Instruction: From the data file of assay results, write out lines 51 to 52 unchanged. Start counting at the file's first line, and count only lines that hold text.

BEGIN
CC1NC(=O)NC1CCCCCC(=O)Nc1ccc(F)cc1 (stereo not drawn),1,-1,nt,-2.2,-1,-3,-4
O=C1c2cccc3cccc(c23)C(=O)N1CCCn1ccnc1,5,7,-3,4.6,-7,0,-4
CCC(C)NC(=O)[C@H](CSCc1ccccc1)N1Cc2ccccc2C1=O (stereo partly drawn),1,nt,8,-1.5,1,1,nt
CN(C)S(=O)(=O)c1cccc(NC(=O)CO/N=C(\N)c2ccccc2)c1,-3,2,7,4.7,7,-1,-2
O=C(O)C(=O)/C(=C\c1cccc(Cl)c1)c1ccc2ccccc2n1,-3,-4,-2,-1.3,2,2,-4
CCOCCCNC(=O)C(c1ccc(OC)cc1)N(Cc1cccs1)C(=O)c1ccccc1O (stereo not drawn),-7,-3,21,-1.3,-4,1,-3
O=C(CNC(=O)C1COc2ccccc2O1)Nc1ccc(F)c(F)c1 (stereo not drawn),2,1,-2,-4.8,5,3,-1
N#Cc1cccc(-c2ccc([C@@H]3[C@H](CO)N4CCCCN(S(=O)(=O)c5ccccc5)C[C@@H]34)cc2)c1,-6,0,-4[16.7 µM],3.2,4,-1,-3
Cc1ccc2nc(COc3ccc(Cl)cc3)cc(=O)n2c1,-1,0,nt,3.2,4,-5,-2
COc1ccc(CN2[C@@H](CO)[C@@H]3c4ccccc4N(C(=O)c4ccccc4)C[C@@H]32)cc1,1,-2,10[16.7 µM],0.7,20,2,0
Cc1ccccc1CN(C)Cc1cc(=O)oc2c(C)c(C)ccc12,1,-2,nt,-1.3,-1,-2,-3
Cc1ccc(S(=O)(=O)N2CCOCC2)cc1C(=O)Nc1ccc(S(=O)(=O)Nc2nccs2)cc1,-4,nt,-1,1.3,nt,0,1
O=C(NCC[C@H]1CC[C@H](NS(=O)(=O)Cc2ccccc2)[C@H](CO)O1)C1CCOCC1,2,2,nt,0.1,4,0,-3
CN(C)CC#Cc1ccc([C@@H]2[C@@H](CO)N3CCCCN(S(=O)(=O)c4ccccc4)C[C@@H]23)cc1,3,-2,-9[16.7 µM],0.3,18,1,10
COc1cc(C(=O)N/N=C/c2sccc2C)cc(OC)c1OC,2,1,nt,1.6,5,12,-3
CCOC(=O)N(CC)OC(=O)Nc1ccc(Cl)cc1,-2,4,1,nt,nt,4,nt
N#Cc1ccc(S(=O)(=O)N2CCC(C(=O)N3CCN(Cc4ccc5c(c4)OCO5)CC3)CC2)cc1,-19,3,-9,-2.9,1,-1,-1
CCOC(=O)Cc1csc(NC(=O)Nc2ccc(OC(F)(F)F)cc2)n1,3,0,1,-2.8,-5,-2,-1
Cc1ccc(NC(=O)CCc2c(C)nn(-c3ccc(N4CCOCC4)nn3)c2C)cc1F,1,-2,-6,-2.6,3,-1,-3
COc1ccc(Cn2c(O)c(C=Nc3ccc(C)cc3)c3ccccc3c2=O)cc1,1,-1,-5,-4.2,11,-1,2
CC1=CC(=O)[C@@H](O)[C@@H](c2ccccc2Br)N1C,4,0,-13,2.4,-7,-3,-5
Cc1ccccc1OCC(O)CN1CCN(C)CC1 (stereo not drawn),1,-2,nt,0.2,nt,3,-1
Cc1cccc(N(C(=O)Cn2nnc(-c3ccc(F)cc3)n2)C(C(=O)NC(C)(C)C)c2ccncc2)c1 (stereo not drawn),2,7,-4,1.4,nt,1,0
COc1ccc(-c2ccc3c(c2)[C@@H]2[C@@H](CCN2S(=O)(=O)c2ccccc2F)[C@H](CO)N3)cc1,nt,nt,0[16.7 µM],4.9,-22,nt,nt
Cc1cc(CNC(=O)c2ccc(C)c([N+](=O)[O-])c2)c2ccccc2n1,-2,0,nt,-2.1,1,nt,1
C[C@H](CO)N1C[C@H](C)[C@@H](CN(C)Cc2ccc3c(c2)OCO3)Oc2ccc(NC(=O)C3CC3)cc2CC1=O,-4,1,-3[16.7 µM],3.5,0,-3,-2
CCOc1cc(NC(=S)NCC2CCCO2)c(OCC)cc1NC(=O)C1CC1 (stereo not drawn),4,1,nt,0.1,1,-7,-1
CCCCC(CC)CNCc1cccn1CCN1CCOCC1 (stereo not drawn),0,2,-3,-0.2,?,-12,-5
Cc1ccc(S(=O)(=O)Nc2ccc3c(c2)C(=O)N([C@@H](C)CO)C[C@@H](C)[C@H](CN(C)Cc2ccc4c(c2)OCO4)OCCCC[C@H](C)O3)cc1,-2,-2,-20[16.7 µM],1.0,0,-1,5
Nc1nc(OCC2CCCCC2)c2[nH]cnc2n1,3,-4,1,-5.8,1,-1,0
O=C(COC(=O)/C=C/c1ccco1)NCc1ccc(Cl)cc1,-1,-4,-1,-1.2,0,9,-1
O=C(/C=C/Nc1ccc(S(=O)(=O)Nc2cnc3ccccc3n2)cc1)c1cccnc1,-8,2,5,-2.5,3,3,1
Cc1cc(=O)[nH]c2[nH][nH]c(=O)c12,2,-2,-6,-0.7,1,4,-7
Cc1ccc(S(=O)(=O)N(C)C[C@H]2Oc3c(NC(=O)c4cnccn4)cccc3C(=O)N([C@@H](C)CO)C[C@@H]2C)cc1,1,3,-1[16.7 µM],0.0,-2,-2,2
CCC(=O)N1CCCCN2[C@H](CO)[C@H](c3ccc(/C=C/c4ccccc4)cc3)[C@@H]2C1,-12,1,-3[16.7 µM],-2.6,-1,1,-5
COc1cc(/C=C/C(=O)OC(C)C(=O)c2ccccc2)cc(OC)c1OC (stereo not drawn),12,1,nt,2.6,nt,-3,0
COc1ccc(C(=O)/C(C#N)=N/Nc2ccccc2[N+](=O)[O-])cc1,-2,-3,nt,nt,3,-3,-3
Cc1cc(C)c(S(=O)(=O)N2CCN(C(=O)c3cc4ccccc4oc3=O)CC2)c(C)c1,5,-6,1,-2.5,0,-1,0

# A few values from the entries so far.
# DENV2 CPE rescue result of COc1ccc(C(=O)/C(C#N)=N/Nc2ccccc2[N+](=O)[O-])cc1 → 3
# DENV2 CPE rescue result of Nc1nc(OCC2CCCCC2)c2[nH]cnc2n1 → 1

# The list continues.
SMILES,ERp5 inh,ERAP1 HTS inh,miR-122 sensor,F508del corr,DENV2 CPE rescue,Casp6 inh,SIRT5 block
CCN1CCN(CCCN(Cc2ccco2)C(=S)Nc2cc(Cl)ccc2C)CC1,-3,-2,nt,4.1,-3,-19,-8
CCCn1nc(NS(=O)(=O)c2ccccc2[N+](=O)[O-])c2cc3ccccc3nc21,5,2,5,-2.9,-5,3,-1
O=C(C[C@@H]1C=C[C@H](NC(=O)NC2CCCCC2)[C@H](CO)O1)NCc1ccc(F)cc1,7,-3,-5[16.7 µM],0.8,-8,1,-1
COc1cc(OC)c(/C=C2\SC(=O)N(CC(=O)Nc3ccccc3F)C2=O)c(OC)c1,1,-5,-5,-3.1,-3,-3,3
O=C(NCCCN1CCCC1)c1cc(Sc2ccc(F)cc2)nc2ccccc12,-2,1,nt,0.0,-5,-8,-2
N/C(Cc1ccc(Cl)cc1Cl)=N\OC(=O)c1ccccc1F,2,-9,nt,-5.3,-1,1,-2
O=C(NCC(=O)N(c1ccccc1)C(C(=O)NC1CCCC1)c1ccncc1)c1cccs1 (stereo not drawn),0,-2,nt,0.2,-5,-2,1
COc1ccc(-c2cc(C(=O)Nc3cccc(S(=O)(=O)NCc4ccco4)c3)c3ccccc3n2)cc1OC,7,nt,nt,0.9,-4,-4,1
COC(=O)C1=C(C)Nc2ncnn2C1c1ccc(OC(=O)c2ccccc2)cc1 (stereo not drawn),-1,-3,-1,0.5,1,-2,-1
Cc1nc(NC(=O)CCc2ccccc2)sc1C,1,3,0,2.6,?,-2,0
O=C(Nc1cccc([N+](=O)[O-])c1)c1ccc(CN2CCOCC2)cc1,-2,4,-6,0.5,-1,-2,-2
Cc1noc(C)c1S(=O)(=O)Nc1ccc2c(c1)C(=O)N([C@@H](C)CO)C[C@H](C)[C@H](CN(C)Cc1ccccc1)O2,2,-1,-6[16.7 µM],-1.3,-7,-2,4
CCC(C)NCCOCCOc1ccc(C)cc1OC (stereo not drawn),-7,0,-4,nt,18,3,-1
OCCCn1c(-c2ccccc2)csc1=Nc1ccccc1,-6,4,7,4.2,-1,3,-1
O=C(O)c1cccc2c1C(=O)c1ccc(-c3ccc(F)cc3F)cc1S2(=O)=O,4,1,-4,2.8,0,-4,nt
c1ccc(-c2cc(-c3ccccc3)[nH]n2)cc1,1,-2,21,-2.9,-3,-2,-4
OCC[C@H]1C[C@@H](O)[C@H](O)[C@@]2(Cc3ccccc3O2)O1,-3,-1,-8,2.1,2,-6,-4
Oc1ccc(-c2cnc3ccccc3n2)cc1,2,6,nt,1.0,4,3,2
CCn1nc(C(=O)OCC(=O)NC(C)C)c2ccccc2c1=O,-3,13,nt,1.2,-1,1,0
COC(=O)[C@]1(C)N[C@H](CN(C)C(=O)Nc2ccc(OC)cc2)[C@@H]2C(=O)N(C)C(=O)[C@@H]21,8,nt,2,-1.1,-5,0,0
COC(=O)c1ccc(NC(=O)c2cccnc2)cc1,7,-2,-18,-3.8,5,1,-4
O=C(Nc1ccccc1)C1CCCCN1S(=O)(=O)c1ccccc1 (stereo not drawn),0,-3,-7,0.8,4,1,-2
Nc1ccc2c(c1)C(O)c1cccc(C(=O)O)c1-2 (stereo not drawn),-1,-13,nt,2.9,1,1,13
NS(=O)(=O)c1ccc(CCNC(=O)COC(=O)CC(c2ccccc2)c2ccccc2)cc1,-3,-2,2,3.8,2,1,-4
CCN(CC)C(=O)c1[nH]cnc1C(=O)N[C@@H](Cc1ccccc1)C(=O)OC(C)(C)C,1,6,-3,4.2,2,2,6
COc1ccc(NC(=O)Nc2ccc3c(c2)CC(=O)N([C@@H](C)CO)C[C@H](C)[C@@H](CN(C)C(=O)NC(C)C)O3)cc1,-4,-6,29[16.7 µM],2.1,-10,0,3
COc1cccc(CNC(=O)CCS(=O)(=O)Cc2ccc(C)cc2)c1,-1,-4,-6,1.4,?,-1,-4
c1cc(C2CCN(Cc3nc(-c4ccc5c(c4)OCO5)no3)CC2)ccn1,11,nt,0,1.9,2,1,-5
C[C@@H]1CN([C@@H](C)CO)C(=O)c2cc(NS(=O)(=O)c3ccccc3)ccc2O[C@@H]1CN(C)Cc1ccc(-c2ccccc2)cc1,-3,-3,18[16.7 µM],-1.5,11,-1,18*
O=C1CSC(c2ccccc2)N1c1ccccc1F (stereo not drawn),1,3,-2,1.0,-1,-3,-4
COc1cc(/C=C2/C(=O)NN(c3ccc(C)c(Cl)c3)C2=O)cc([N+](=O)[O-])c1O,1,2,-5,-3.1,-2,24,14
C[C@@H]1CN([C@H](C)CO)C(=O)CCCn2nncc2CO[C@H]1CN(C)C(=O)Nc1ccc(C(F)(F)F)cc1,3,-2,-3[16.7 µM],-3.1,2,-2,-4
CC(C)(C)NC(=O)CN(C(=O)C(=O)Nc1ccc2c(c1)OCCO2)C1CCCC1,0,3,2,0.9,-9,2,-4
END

COc1ccc(-c2cc(C(=O)Nc3cccc(S(=O)(=O)NCc4ccco4)c3)c3ccccc3n2)cc1OC,7,nt,nt,0.9,-4,-4,1
COC(=O)C1=C(C)Nc2ncnn2C1c1ccc(OC(=O)c2ccccc2)cc1 (stereo not drawn),-1,-3,-1,0.5,1,-2,-1